In this toolkit
Energy poverty is defined as a lack of access to clean, reliable, and affordable energy.
- There is no legal standard for energy poverty in Canada
- The Toronto Environmental Alliance defines energy poverty as a household paying more than 10% of its income on home energy.
- Energy poverty, or the ability to access energy at all, is a major concern in Canada, especially for those remote from major urban areas.
There are environmental, social and economic concerns with the diesel generators that provide most of these communities with power. Intersection in nature is a problem, as the most disenfranchised communities are the ones often stuck in a cycle due to lack of affordable electricity. Many of the current diesel generators are approaching the end of their life, making it time for action for affordable, alternative energy sources.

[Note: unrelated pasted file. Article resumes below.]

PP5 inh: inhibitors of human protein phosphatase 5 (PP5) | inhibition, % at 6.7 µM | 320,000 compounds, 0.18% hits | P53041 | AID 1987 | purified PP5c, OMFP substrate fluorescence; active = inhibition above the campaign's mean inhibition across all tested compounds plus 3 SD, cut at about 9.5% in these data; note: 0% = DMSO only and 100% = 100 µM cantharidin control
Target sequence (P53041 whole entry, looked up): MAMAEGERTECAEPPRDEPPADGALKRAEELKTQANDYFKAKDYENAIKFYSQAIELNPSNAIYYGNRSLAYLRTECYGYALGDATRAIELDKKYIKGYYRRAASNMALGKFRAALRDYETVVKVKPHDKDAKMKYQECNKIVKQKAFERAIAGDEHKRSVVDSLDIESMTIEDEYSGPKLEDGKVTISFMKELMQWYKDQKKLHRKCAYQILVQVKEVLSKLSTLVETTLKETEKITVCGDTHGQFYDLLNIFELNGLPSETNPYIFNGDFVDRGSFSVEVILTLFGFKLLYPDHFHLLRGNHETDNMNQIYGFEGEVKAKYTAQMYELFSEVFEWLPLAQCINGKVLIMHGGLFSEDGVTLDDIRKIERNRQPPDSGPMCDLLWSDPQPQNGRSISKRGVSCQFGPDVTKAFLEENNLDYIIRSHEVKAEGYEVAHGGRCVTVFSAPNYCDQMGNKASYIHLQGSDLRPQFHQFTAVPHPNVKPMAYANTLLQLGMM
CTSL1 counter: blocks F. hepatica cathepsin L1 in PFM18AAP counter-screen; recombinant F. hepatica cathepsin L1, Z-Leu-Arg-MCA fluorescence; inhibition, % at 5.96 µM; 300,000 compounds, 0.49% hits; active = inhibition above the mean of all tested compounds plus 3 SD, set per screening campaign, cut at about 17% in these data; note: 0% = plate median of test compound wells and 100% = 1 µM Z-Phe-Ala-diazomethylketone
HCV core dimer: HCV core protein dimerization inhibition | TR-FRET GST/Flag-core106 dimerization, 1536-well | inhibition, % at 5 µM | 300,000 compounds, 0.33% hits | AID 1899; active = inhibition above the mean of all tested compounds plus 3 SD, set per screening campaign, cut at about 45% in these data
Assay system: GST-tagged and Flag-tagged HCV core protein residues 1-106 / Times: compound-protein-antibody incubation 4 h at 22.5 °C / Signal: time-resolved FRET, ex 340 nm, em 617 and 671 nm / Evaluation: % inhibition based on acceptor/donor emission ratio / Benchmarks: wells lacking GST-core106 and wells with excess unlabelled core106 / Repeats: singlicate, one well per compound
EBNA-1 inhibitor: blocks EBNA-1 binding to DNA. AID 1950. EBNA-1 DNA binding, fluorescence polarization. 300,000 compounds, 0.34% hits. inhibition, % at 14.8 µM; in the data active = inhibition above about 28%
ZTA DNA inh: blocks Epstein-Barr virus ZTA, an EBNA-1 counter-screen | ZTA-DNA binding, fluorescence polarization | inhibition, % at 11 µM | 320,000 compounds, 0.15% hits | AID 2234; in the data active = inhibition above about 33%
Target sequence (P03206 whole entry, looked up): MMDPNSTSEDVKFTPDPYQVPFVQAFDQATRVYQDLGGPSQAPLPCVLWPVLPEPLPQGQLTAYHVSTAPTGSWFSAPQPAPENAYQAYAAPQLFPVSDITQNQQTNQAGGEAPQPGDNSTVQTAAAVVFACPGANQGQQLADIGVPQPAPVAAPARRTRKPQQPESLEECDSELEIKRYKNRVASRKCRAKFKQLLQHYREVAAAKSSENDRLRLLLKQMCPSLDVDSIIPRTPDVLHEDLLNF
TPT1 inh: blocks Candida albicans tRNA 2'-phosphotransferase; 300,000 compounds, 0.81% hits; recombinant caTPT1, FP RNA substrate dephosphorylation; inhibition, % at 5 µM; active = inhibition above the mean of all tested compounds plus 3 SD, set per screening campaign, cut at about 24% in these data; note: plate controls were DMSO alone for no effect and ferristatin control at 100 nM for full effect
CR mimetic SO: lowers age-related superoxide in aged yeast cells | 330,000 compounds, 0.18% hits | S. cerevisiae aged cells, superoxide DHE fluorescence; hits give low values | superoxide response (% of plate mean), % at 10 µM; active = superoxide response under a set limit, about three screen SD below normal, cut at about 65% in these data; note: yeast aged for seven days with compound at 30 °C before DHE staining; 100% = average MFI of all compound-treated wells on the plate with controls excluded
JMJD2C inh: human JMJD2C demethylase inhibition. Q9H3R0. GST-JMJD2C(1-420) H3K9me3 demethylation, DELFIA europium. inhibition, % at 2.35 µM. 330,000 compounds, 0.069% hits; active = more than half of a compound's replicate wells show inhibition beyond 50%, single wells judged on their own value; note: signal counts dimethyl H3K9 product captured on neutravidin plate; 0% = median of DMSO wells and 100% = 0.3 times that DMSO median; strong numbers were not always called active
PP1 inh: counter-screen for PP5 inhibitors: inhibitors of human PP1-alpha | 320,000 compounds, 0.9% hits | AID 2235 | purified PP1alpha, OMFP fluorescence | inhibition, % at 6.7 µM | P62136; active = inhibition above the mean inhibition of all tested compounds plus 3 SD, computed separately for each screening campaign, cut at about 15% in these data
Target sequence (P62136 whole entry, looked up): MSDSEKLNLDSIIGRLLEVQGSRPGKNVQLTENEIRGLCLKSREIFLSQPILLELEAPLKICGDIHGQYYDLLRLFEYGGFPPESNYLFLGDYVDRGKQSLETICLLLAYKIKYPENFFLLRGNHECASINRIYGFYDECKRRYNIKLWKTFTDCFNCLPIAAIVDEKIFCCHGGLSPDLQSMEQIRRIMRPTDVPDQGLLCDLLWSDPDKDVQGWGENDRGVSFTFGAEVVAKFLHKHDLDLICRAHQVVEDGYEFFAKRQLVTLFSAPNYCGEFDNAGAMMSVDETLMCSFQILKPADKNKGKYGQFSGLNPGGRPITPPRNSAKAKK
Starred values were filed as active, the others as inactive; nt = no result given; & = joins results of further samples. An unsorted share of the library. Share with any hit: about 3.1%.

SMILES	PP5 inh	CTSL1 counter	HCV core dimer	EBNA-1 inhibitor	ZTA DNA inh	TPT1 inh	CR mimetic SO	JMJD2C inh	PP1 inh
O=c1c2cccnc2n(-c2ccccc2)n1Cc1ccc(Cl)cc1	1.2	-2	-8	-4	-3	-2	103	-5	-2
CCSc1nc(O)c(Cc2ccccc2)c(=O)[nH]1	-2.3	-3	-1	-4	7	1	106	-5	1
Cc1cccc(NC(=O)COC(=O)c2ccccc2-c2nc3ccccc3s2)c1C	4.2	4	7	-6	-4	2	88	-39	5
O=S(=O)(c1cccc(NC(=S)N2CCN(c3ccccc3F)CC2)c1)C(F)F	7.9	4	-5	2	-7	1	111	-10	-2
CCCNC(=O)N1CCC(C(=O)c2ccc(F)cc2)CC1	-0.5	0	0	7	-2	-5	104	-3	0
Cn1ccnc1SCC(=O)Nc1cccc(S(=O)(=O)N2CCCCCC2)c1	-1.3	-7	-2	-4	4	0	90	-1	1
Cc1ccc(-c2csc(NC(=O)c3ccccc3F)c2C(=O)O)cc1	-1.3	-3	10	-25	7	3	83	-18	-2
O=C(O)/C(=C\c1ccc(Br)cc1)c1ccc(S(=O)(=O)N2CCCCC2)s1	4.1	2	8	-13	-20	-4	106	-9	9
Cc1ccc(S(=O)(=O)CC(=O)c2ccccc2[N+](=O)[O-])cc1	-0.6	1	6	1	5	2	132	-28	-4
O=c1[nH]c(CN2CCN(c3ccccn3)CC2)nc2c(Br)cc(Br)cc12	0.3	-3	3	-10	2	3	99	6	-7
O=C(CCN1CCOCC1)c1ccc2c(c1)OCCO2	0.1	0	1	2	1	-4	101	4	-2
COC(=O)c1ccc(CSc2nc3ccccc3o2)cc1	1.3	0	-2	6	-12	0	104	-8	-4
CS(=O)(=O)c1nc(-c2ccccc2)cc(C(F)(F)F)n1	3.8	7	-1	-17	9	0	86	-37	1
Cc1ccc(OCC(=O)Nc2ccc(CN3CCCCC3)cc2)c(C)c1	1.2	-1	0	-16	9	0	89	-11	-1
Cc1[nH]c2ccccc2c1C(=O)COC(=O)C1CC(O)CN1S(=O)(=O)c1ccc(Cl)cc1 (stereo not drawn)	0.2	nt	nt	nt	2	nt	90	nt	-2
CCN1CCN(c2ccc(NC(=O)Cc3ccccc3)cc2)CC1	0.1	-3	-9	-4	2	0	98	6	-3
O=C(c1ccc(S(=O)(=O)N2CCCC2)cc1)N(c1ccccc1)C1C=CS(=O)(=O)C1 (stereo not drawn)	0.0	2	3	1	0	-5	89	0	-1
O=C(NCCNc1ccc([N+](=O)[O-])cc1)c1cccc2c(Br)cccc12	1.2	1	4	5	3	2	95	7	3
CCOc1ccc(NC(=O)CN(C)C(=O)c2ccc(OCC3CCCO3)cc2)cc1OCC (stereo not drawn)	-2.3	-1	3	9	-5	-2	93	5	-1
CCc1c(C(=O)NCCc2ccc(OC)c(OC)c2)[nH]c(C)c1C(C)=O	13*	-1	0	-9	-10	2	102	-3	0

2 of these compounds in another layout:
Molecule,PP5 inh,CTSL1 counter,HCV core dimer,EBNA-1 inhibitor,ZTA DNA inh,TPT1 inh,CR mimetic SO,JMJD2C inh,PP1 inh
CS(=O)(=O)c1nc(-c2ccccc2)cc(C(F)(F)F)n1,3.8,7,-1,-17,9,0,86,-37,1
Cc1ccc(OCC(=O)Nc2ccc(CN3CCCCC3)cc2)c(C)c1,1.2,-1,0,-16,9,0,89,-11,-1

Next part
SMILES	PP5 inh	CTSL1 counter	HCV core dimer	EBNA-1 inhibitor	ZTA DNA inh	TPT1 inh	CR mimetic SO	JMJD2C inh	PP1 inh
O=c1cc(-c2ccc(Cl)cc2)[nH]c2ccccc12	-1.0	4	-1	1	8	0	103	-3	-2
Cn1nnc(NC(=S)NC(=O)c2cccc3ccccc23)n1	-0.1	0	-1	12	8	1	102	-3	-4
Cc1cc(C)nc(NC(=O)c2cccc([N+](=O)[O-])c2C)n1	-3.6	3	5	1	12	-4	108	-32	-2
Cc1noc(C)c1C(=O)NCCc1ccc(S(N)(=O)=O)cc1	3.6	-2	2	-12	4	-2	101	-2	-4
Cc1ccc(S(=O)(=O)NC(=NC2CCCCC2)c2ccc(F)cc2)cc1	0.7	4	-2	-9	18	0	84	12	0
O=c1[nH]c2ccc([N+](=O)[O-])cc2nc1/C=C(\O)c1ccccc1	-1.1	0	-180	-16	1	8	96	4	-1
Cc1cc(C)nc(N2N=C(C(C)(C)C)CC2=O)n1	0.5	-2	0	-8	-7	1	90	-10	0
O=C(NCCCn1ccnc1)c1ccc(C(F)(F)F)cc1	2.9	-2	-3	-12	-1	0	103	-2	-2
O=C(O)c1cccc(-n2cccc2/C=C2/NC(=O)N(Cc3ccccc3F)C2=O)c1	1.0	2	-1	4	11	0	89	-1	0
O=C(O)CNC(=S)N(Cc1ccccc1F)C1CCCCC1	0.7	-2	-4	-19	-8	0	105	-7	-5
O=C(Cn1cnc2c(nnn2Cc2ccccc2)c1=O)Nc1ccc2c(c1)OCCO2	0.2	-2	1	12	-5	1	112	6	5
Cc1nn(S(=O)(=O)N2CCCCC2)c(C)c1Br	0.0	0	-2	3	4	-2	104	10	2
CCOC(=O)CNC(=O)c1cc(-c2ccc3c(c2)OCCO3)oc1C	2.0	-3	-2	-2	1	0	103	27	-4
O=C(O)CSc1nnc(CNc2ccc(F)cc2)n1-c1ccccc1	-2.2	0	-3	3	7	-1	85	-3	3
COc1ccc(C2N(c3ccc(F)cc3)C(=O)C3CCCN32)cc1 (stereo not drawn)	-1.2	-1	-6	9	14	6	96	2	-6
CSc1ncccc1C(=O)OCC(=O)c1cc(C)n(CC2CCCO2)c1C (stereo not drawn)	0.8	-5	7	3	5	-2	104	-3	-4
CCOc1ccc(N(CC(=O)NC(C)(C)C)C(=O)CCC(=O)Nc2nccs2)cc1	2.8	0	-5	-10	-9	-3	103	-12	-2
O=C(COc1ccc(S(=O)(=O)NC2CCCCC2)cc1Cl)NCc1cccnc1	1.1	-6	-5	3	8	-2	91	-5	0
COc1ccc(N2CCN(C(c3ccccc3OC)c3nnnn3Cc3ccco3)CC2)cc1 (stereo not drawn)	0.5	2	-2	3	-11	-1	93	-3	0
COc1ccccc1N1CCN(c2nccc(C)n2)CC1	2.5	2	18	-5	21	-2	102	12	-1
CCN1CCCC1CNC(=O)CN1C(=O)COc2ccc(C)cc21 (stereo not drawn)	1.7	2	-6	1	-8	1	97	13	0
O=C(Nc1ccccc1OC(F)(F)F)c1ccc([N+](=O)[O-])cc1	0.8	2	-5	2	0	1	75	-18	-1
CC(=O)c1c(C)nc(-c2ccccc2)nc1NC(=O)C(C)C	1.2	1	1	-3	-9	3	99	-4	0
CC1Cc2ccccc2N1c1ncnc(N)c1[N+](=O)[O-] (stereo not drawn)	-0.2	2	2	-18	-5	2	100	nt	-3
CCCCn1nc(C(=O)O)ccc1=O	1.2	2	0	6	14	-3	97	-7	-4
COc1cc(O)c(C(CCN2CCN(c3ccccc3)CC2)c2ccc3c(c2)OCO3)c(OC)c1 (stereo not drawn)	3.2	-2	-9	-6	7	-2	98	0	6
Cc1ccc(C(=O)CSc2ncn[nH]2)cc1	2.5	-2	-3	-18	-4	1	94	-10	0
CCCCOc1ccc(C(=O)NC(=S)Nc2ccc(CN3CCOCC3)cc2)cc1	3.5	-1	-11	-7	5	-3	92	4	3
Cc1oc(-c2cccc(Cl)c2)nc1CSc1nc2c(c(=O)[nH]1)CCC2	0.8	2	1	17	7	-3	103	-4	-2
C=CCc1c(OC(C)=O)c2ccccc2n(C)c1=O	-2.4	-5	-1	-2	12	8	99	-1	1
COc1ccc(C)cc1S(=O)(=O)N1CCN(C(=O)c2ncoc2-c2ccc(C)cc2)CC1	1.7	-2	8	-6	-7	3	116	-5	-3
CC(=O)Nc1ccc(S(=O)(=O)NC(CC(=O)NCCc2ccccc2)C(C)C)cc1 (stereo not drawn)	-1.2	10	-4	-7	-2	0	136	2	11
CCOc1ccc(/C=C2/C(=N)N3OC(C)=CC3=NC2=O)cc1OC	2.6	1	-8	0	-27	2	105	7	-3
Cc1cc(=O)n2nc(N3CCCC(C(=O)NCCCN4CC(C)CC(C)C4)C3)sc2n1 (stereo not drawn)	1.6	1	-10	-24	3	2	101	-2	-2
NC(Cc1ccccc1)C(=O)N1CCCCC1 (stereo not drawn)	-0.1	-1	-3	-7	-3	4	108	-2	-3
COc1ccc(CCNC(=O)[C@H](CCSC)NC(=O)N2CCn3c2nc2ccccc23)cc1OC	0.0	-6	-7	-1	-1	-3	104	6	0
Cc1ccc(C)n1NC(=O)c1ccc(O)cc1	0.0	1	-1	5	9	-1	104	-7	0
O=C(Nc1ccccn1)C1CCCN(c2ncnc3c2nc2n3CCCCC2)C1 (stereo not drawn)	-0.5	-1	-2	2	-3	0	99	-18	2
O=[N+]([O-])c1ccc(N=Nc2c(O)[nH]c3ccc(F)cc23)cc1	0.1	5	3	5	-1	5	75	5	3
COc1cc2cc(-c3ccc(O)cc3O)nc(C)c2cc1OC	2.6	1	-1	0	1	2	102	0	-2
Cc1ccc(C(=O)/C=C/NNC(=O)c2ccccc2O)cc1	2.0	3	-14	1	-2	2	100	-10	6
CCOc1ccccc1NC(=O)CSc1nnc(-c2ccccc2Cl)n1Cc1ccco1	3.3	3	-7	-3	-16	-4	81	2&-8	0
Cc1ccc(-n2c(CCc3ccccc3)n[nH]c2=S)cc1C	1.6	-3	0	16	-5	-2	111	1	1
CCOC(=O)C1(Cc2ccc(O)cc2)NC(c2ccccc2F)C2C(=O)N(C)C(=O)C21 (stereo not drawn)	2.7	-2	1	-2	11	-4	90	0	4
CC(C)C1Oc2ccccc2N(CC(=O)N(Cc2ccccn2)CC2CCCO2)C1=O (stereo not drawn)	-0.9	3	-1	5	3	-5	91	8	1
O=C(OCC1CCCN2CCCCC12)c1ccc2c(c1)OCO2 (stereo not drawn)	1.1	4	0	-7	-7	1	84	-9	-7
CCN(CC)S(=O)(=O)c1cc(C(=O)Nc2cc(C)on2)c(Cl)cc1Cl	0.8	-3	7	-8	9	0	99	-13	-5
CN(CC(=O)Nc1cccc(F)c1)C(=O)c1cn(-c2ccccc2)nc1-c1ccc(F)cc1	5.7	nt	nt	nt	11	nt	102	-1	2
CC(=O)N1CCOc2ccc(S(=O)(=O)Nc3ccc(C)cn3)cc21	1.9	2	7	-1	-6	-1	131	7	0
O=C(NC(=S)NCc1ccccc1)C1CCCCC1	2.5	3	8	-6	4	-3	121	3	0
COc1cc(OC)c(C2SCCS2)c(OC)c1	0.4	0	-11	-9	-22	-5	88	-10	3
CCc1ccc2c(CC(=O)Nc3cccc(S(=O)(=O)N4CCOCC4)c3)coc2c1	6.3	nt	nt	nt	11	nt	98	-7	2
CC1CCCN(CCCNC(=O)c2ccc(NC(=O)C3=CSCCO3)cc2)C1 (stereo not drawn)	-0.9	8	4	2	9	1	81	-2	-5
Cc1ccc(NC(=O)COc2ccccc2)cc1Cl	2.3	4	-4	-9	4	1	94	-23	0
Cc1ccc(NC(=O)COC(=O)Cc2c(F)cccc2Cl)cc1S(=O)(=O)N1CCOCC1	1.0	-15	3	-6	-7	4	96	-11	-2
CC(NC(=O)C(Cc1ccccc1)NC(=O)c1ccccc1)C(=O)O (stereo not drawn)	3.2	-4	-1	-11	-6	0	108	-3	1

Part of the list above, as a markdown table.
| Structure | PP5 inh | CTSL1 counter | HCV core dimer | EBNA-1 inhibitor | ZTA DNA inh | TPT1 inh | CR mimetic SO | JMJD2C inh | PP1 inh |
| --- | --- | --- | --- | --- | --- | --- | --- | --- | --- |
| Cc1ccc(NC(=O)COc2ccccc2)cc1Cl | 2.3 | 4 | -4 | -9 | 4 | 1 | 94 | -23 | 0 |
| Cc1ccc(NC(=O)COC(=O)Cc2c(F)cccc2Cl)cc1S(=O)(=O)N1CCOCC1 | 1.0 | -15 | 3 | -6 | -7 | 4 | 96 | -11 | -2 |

Who is affected?
- Low-income households
- Off-grid remote communities
- Indigenous communities
Who is making change?
- Federal government
- Minister of Crown-Indigenous Relations and Northern Affairs,
- Minister of Environment and Climate Change
- Minister of Natural Resources
- Provincial governments
- Energy companies
- Non-profit organisations
- Academic institutions
- Think tanks
What is being done now?
- The Federal Liberals have committed $50 million to helping Indigenous communities get off diesel